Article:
It’s well known that regular exercise brings huge benefits. In a society where sitting has become the norm, being active helps to regulate weight, build and maintain strong muscles and bones, boost energy and promote healthy sleep. It can also reduce the risk of injury and chronic diseases such as heart disease, diabetes, some cancers and osteoporosis. It can also protect memory and thinking skills. But did you know that physical activity can help stave off depression too?
Backed up by research
Recent research among 200,000 people by King’s College London showed that regular exercisers are 16% less likely to develop the blues. This rises to 31% if you follow the Government’s advice and opt for 150 minutes’ physical activity a week – that’s just 20 minutes per day. Interestingly, the results applied across all age groups, from children to pensioners.
The reason? Exercise of any type or intensity brings about changes in areas of the brain that regulate stress and anxiety, allowing you to relax and enjoy life more.
This is partly thanks to the increased production of endorphins, (‘feel-good’ chemicals). These are known to help produce positive feelings and reduce one’s perception of pain.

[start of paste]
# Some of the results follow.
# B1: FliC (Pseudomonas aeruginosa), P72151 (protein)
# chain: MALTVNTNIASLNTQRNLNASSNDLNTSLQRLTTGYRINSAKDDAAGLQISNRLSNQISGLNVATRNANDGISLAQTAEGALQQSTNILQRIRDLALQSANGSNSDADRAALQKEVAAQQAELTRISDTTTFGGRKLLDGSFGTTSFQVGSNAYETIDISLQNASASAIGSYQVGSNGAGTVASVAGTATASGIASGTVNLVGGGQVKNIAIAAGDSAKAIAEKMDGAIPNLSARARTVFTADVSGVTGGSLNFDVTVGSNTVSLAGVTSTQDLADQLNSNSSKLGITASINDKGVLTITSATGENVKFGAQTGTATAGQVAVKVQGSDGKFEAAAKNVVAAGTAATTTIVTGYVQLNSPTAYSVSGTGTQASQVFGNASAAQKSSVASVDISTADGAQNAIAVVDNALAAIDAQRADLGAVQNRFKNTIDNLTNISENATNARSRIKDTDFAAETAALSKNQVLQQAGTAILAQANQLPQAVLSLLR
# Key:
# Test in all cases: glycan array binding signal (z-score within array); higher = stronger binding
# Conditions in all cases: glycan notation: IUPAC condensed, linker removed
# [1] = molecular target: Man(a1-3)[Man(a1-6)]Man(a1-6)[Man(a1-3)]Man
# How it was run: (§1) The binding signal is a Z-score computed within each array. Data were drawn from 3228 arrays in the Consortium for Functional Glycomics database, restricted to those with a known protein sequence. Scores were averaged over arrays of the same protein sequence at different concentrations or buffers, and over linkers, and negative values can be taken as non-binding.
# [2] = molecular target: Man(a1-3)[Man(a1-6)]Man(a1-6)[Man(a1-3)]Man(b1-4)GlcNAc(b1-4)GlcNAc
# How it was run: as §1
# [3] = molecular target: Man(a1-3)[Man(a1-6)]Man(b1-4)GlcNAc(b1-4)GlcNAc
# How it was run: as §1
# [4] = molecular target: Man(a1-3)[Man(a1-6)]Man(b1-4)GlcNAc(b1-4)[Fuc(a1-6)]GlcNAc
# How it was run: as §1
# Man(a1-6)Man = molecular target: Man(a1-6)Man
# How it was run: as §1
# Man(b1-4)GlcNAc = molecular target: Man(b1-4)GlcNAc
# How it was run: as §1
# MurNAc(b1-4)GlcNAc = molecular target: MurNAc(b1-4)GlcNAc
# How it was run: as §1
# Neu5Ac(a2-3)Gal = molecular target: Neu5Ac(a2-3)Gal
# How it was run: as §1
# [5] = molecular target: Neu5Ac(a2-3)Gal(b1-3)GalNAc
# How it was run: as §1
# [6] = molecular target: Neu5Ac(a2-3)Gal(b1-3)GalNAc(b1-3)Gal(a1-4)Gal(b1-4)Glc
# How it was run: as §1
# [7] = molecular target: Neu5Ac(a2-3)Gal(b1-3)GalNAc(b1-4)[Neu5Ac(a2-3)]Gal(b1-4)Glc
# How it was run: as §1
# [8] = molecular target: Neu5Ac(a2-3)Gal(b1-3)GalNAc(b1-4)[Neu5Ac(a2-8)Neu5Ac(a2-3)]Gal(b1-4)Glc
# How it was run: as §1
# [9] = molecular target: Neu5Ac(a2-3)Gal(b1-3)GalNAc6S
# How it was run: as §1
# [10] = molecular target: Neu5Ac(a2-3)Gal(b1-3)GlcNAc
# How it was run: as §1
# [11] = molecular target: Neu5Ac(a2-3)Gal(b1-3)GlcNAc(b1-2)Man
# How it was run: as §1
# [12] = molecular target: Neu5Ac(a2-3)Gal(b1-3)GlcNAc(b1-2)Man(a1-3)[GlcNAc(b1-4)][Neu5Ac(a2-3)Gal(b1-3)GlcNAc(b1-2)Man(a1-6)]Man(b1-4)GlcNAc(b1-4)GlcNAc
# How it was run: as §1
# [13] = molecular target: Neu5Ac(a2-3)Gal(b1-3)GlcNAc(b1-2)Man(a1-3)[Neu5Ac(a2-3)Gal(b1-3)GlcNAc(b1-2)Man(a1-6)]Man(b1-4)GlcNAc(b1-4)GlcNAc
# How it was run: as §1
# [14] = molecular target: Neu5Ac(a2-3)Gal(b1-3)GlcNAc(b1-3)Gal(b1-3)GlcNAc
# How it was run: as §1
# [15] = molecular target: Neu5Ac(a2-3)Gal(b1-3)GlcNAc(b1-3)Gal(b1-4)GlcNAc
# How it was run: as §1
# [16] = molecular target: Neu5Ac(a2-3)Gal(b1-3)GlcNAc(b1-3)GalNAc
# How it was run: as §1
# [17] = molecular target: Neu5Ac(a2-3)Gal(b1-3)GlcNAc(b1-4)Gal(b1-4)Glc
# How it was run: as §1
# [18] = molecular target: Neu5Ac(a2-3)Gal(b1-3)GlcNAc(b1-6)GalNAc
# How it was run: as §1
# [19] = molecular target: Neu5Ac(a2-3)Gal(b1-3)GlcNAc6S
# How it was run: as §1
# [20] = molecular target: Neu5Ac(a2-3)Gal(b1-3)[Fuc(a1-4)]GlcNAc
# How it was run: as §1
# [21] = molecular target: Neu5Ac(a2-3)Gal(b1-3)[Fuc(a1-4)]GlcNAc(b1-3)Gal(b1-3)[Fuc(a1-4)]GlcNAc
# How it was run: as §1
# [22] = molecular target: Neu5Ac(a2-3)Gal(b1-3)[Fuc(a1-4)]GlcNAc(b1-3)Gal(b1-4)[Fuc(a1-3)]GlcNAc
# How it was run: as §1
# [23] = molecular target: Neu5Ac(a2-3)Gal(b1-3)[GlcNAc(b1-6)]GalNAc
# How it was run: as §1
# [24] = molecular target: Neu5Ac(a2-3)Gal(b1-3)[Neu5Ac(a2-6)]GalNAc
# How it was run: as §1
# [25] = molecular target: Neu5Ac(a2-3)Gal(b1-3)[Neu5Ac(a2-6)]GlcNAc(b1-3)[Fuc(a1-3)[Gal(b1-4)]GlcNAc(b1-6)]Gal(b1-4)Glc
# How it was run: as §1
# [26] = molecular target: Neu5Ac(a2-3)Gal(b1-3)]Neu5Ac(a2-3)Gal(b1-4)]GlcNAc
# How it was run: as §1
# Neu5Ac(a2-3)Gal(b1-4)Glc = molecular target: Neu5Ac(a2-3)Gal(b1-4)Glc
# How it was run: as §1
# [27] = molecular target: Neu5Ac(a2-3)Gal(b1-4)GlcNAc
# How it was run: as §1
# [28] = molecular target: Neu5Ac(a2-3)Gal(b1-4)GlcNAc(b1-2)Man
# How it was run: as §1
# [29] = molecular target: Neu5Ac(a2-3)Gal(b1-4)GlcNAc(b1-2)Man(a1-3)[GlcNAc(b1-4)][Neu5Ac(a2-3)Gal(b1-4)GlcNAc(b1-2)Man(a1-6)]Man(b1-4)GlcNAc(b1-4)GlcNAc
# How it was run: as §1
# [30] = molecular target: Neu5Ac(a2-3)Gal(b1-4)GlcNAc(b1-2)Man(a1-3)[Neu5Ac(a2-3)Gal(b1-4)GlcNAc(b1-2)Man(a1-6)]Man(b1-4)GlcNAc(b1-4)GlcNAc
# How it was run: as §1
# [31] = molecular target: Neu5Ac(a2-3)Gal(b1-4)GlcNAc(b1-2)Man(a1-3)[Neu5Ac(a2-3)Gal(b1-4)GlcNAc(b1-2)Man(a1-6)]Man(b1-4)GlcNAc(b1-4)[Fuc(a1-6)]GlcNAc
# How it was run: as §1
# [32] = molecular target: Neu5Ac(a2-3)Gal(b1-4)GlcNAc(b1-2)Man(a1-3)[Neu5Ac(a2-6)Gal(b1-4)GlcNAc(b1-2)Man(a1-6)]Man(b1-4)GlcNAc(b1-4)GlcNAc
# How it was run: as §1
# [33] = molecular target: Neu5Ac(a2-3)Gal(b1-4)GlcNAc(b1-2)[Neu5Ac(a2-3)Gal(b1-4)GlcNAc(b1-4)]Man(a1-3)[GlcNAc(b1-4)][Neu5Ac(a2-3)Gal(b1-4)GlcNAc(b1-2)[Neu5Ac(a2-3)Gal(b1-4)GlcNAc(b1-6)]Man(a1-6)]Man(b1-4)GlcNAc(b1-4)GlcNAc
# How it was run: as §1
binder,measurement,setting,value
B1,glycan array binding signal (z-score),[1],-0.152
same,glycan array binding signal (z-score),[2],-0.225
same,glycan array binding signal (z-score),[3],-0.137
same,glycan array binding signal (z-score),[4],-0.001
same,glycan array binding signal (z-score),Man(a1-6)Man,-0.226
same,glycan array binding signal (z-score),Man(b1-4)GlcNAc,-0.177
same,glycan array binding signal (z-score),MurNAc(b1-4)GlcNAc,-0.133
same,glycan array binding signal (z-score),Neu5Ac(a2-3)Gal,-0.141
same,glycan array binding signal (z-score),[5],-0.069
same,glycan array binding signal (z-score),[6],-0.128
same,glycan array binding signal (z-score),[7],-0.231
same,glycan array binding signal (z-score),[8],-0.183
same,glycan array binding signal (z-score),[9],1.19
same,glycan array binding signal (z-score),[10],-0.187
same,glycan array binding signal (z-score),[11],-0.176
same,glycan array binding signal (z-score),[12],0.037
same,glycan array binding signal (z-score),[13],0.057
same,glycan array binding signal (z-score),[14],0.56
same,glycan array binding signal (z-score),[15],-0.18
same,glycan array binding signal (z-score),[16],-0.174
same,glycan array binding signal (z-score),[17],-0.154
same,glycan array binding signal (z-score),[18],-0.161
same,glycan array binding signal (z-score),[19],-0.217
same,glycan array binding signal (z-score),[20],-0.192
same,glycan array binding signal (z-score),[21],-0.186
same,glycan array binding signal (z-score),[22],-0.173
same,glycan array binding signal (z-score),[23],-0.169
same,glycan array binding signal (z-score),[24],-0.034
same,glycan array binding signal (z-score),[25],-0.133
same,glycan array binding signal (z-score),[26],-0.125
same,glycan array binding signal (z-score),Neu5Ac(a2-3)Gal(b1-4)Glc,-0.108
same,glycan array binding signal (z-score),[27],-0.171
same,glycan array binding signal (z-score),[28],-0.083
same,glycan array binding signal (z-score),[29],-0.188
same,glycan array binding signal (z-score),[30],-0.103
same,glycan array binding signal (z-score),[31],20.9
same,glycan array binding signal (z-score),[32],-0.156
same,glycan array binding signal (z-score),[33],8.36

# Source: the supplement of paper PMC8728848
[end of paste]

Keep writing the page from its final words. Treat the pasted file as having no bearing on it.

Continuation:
So the message is get moving, whatever your age, state of fitness, experience or ability. It’s never too late and there are many forms of exercise to choose from, either alone or as part of a group – from gardening, walking or dancing to joining a gym or aerobics class and so on. The better your preferred activity fits in with your lifestyle, the more likely it is that you will remain motivated and keep it up.
If you’re starting out or a bit rusty, here’s how to exercise safely to minimise the risk of injury:
- Seek advice from your GP, osteopath, gym instructor or personal trainer. He or she will assess your current fitness levels and put together a personalised training programme if appropriate.
- Always warm up and stretch muscles before exercising and cool down/stretch properly afterwards.
- Rest for a day between exercise sessions to prevent overuse and enable the body to repair itself.
- When starting a new exercise programme, expect a little post-exercise aching and soreness. This should ease within a couple of days but if not or is very painful, rest, use ice (wrapped in a wet towel for 5 minutes and remove for 10 minutes, repeating twice more) and anti-inflammatory gel to help relieve symptoms.
- Never train if injured or experiencing discomfort.
- If you experience acute pain or any post-exercise discomfort continues beyond a day or so, book an appointment with osteopath Robin Kiashek to check you over.